When it comes to retail marketing, Safeway, like many retailers, collaborates with manufacturers to differentiate itself from the competition, build brand equity, and drive store traffic.
Yet unlike most, the Pleasanton, Calif.-based chain just inked a multi-year deal with Valassis, Livonia, Mich., a marketing services provider, for direct-mail initiatives involving manufacturers, as well as solo category and brand-specific efforts. "Valassis will help Safeway to enhance the value proposition to its shoppers," Talbott Roche, Safeway's vice president, said in a prepared statement.
Co-marketing efforts like Safeway's are on the rise, in large part because they benefit both the manufacturer and retailer. Manufacturers enjoy increased retailer support, improved retailer relations, and increased sales.
Retailers, meanwhile, get increased consumer exposure, enhanced retail brand impact, increased store traffic, and differentiation from the competition.
That's just what most retailers need to survive in the highly competitive world of food retailing, according to Bill Sinnott, group president, Ryan Partnership, Wilton, Conn., a marketing services firm.
"Brand building is more important to retailers than it once was," noted Sinnott.
There are several co-marketing tactics that retailers can use to build their brands. A popular option is co-equity freestanding insert coupons. Co-equity FSIs are when manufacturers sponsor a retailer-specific ad opposite or near their own FSI. The retail ad commonly features price points, retailer logos, in-ad coupons, and other special offers. In return, retailers typically give manufacturers additional merchandising support. Valassis and News America Marketing, New York, are the two main providers of such programs.
Co-equity couponing has grown significantly over the last few years. In 2003, 6.7 billion co-equity coupons were distributed across all retail channels, a whopping 56% increase from 2002, according to Marx Promotion Intelligence/TNS Media Intelligence, Minneapolis, a provider of coupon information.
Kroger, Cincinnati, is the No. 1 distributor of co-equity coupons, according to Marx. In 2003, the retailer distributed 1.1 billion coupons, a 44% increase from 2002.
Drug store chains are increasingly using the tactic as well. CVS, for instance, ranks No. 2, distributing 433 million coupons in 2002, a 167% increase.
Along with Kroger and CVS, the other top 10 co-equity coupon retailers are Ralphs, Albertsons, Walgreens, Kmart, Vitamin World, Eckerd, Giant and Stop & Shop, respectively. The top 10 brands featured in co-equity coupons were Oral-B toothbrushes, Schick, Tide, Vitamin World products, Downey, Crest White Strips, Bounty paper towels, Banquet Homestyle Bakes, Folgers coffee and Charmin toilet tissue, respectively.
Research indicates one reason for the tremendous growth is that co-equity FSIs influence shopping patterns. Co-equity coupons generated a 13.6% increase in coupon redemption rates in supermarkets, and an 11.5% increase across all channels, according to Valassis research, which was conducted by NCH Marketing Services. The study compared 166 co-equity FSIs with 166 FSIs without a retailer tie-in distributed from 2000 to 2002.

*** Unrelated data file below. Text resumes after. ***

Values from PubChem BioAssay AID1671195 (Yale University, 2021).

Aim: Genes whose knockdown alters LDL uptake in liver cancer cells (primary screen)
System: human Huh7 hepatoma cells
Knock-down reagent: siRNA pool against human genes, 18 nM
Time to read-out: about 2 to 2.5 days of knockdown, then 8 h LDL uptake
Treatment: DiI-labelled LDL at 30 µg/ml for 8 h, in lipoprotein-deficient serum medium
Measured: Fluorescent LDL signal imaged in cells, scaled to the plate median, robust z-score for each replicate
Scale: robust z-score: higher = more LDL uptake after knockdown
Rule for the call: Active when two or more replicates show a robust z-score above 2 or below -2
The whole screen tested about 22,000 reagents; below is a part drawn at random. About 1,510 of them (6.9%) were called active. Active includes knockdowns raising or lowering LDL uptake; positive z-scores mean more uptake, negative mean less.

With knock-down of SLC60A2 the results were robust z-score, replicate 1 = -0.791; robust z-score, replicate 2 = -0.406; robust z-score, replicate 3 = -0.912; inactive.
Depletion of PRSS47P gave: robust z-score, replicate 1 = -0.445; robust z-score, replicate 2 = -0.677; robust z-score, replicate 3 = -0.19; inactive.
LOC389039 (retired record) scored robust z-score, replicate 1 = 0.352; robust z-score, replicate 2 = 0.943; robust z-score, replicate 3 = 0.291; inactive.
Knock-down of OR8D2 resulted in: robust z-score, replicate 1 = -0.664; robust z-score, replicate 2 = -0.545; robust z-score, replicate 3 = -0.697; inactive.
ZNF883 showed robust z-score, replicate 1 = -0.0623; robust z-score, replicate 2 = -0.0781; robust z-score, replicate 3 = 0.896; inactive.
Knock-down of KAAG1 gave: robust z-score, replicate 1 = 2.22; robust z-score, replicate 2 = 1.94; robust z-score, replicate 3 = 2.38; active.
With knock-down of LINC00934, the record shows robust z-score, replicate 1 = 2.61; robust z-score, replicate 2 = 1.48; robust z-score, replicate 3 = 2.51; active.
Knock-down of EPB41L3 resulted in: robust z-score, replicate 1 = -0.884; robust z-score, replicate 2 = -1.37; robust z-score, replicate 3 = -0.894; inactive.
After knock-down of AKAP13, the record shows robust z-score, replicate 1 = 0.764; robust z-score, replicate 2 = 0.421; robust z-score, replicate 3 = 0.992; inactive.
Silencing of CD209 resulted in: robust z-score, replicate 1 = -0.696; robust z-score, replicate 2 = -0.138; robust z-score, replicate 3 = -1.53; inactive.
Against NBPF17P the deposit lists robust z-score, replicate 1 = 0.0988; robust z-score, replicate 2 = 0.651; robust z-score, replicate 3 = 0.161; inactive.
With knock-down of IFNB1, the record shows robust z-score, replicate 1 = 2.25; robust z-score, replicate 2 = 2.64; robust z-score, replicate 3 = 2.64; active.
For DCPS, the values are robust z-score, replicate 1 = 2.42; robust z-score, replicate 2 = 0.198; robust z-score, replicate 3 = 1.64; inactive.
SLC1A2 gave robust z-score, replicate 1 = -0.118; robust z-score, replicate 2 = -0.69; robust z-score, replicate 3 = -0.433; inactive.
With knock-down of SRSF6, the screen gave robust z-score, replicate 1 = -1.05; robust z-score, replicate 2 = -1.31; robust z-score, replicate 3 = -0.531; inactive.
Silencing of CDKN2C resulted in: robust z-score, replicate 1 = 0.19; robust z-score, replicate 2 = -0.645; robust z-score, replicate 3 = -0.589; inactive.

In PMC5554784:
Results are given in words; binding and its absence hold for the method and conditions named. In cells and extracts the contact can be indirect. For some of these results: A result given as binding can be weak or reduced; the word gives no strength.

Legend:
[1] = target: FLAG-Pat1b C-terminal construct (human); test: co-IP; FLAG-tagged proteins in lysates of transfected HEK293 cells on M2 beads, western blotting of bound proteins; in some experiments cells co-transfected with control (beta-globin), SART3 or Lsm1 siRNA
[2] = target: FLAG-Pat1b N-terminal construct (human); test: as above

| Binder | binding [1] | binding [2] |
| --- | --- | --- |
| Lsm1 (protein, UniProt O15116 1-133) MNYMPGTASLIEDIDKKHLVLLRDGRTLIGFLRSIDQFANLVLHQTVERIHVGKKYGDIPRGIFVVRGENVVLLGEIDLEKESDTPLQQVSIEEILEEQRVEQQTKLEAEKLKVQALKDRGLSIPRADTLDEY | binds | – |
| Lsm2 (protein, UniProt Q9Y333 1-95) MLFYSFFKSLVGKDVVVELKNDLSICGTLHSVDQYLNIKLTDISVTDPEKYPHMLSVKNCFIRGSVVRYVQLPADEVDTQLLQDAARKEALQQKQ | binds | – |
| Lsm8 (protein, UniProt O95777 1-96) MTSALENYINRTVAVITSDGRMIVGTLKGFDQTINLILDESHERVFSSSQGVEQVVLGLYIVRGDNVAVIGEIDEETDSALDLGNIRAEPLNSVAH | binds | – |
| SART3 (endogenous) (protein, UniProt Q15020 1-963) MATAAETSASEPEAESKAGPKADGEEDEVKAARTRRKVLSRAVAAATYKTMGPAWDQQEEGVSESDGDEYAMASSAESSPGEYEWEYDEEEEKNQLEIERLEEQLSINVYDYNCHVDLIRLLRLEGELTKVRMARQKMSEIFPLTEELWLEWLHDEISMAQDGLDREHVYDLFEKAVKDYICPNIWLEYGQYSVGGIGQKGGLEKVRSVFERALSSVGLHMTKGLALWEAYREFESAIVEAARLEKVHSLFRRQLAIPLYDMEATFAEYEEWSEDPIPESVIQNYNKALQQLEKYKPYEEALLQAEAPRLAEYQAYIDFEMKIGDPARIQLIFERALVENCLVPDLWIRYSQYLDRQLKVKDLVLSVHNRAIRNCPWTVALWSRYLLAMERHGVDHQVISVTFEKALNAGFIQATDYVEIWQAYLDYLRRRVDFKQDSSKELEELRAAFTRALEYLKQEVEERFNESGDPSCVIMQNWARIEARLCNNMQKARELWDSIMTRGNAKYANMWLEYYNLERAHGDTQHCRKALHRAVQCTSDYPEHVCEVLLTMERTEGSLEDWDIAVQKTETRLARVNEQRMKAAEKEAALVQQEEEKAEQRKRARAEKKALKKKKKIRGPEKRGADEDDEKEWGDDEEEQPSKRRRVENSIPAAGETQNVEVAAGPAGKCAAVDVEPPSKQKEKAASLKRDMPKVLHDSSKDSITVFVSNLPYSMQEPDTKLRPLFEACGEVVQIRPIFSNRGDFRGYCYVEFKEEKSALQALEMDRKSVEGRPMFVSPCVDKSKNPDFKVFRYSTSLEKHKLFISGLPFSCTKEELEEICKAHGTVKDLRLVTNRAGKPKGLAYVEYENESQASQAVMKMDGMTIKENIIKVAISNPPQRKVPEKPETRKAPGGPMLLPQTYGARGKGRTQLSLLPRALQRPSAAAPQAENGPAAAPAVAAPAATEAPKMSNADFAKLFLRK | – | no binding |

"Co-equity promotions create differentiation between a retailer and the competition, drive traffic, and can be used as a tool to eliminate channel surfing," said Lou Czanko, vice president, retail sales, Valassis.
Along with its Safeway partnership, Valassis has exclusive targeted-marketing relationships with Food Lion, Salisbury, N.C., and Kroger.
Under the Kroger partnership, Valassis coordinates all targeted-marketing mailing and sampling programs utilizing Kroger's proprietary frequent shopper database. The agreement encompasses all Kroger corporate solo, cooperative and sampling direct-mail programs, including co-marketing efforts with consumer packaged goods manufacturers and suppliers.
Along with partnering with marketing services firms like Valassis, retailers are strengthening their co-marketing efforts in other ways. Take Foodtown, Carteret, N.J. The 53-store chain works with manufacturers on promotions involving its S&H Greenpoints program. S&H Greenpoints, a digital version of the S&H Green Stamps program that originated in 1896, rewards consumers with points based on their supermarket purchases. Consumers can use their points to get merchandise, gift certificates and other rewards. Or they can use their points to save money on their grocery bill. About 375,000 shoppers are enrolled in the program at Foodtown, according to Patty Youchock, Foodtown's manager of target marketing.
Foodtown employs the Greenpoints program for its co-marketing purposes by using manufacturer funds every few weeks to give consumers bonus points if they purchase certain products. This month, for instance, shoppers could get select General Mills cereals for 99 cents if they redeemed 300 points.
Teaming with manufacturers in this way helps Foodtown separate itself from other retailers in the market, according to Youchock.
Foodtown co-markets with manufacturers in other ways, too. The retailer leverages its loyalty card data to send direct-mail promotional pieces to consumers on behalf of select brands, including Nestle and Tropicana. The mailings, which incorporate the Foodtown logo, commonly feature coupons and product information.
Such programs put Foodtown at a significant advantage over its competitors because they give the chain added exposure directly in the consumer's home, according to Youchock.
Kroger, Ralphs and Albertsons are three of the Top 5 retailers involved in co-equity couponing.
Top 5 Retailer Co-Equity FSIs
Retail: Total number of FSI co-quity coupons distributed, 2003; Change in distribution, 2003 versus 2002